Working with kids, from early childhood to now
Slinging mud at walls: A lovely woman named Caz Phillips just sent this photo of a project she did with a school in Sussex, UK, in 2010
Since the first edition of Dig Your Hands in the Dirt, the number of teachers slinging mud at schools has grown — probably exponentially. I would love to collect new photos and projects for the next edition. If you’re making beautiful things with kids, mud, and/or communities, please do get in touch, and/or post your project and pictures.
“Play is serious business, “as Erik Erickson said — and as anyone knows who has played their way out of childhood. What better medium than mud to restore to work our starved capacities for celebration, for joy, for sharing and cooperation — all the things that we first learned at play?
— Kiko Denzer
Cardboard dulcimers at summer Camp
Thanks to the folks at Farm and Wilderness camps, here’s a lovely video of one of the campers and his new “axe,” and more pix of music-making campers on FB, here.
To make your own, download a pdf of the book, Make a Ray Jacobs Rocky Mountain Dulcimer, here. The paper version is on sale through the HP bookstore.
My brother went to the Farm & Wilderness Camps in Vermont when he was a kid. Now his daughter is the camper, he helps out teaching woodwork. I sent him the dulcimer book, and he helped about a dozen musicians make their own instruments, not just campers, but counselors as well. I hope the idea will get passed around. The sound is so good, and they’re so easy to make. If you like it, please do share the download freely — it’s published under a creative commons license to support sharing.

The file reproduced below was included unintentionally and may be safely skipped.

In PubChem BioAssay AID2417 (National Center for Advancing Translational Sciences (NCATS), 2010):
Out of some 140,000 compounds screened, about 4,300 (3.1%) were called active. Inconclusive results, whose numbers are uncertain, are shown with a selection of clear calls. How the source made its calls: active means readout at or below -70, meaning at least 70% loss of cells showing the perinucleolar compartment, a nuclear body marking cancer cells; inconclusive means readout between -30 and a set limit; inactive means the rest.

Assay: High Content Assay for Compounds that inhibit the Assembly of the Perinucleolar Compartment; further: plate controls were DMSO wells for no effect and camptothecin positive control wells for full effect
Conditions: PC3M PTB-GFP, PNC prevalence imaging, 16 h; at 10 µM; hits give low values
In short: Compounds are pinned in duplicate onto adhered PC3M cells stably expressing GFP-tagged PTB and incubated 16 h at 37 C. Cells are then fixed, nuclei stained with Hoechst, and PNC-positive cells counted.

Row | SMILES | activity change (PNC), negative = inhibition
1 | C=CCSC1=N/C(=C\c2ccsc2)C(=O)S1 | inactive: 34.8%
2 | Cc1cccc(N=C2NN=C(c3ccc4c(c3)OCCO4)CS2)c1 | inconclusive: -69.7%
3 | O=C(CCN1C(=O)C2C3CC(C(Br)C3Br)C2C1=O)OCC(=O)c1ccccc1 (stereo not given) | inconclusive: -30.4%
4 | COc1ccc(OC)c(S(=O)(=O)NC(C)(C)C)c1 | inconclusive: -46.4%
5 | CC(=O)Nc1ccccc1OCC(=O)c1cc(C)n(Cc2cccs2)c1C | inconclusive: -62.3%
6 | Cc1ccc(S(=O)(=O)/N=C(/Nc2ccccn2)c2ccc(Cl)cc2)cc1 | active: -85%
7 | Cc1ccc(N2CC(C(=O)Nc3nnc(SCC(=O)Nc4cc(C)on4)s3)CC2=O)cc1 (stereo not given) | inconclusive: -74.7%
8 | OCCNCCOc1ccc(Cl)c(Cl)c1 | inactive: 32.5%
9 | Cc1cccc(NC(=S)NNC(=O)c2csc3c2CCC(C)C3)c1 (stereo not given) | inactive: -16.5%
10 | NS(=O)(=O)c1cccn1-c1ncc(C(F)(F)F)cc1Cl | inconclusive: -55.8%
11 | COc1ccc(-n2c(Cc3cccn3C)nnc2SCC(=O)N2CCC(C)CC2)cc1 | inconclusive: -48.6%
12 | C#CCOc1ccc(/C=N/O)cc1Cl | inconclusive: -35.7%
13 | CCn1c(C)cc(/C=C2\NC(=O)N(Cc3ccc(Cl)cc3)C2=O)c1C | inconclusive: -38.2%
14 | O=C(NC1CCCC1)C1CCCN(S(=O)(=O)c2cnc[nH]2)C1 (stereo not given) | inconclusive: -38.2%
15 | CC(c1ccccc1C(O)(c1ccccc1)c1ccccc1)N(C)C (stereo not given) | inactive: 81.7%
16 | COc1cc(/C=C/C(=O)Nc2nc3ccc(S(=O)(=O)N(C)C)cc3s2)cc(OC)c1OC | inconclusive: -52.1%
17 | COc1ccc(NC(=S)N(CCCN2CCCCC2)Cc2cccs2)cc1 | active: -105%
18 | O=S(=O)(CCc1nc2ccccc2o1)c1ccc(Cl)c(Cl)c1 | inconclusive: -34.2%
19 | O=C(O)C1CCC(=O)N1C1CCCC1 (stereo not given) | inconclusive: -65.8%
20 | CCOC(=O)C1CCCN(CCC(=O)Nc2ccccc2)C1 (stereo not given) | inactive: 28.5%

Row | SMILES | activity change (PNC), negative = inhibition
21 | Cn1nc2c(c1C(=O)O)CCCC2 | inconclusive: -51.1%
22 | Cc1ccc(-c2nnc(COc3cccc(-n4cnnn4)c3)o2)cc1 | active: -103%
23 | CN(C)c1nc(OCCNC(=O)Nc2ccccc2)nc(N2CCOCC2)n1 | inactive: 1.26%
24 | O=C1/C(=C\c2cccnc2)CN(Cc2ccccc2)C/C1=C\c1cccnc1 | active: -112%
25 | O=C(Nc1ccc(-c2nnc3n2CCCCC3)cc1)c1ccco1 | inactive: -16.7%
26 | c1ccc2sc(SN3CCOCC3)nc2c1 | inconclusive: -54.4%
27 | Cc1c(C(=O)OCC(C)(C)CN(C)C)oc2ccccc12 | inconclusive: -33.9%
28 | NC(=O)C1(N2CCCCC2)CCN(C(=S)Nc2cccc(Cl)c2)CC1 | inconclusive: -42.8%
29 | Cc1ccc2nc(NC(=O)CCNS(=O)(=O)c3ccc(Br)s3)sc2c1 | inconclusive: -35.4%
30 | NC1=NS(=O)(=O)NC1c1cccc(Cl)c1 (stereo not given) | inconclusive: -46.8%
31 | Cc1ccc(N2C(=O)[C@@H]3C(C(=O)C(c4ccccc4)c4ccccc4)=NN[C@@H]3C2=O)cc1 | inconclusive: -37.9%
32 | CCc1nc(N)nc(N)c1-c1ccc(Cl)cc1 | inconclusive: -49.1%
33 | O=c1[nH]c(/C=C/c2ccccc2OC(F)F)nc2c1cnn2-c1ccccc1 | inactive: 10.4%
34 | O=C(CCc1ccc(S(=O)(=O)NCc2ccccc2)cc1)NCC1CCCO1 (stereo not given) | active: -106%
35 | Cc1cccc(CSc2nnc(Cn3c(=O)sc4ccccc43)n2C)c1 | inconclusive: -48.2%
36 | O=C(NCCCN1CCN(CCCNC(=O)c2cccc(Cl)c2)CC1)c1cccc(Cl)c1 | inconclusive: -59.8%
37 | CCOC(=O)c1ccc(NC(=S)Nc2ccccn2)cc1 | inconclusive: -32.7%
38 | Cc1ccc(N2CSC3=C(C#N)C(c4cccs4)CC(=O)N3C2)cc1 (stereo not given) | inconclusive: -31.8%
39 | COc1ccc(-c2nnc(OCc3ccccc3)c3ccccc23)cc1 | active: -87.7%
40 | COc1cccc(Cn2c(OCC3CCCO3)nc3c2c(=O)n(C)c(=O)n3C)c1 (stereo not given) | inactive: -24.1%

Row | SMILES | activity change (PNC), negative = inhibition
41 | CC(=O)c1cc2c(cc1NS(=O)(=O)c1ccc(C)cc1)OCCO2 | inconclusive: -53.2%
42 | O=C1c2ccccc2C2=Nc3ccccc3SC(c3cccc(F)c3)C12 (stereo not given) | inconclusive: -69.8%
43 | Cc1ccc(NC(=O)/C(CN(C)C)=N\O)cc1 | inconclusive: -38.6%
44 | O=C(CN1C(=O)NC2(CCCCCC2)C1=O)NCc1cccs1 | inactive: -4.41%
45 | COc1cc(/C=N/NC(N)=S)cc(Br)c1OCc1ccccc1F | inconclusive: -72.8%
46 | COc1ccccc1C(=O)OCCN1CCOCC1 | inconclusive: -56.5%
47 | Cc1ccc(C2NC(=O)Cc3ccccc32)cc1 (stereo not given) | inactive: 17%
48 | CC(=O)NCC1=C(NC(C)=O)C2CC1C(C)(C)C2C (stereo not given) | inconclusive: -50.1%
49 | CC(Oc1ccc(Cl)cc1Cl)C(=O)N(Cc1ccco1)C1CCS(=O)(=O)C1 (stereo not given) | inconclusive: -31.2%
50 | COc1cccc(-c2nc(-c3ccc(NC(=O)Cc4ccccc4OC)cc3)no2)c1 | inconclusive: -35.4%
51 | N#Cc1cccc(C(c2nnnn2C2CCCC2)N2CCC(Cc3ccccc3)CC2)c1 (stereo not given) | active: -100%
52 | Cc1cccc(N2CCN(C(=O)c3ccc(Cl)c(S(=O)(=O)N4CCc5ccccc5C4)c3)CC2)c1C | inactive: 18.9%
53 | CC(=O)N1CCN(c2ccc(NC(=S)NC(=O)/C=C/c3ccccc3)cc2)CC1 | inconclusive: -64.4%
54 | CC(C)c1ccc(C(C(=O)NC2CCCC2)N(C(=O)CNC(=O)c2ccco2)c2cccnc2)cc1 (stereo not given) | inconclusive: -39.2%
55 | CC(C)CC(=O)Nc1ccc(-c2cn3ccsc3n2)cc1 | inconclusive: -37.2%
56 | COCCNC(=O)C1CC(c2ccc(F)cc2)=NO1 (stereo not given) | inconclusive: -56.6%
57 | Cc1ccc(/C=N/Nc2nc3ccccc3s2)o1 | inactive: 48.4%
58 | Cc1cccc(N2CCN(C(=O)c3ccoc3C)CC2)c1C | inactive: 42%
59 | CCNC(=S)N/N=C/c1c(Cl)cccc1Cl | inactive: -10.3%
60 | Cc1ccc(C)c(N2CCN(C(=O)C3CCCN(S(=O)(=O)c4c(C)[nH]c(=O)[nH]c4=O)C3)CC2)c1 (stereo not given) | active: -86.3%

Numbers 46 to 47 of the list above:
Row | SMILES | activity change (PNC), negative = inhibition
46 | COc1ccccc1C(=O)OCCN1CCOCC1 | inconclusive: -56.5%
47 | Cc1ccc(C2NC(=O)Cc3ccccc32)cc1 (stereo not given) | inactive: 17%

Hawaiian School Garden oven
Mud ovens in Hawaii:
“These bricks, stacked and left to dry for about 2.5 weeks, are the start of a future earth oven at the campusâ€™ Ulumau School Garden. The oven will be used by HPA (Hawaii Preparatory Academy)Â students, staff and their ohana to bake breads and pizzas, as well as to cook vegetables grown on site, said Koh Ming Wei, HPAâ€™s sustainability curriculum facilitator.”
“HPA’s Hawaiian studies teacher Kuwalu Anakalea appreciated how the process included everyoneâ€™s mana. For her, the oven will serve more than tantalizing delectables. It cooks up a sense of community and value for building techniques by indigenous cultures, she said.”
New Community Oven in New Jersey
HANDS stands for Housing and Neighborhood Development Services. They work out of Orange, New Jersey to try and reclaim dilapidated houses and other “eyesore properties,” and return them to the neighborhood as affordable homes and community assets. They also work with individual people and neighborhoods, and are creating an Arts District in a former industrial area called the Valley. A recent Google Alert brought in notice of a new community oven they built, and the following story from their quarterly report:
It started as a dream idea of our Executive Director, Pat Morrissy: â€œLet’s build a community outdoor, wood fired oven where people can bring bread and pizza dough to bake together outside!â€ The idea caught on and the Earth Oven was begun. A local student of landscape architecture drew a plan, the proprietor of a brick oven pizzeria consulted on the design and a local expert on building with mud scouted the best place to dig for clay soil. The Earth Oven was built by community volunteers of all ages who have taken part in the cement mixing and pouring, constructing the base, mixing the mud with their bare feet, creating the structure with sand and building the dome.
Oven “founders,” from left, are:
Molly Rose Kaufman
For more of their marvelous story, go to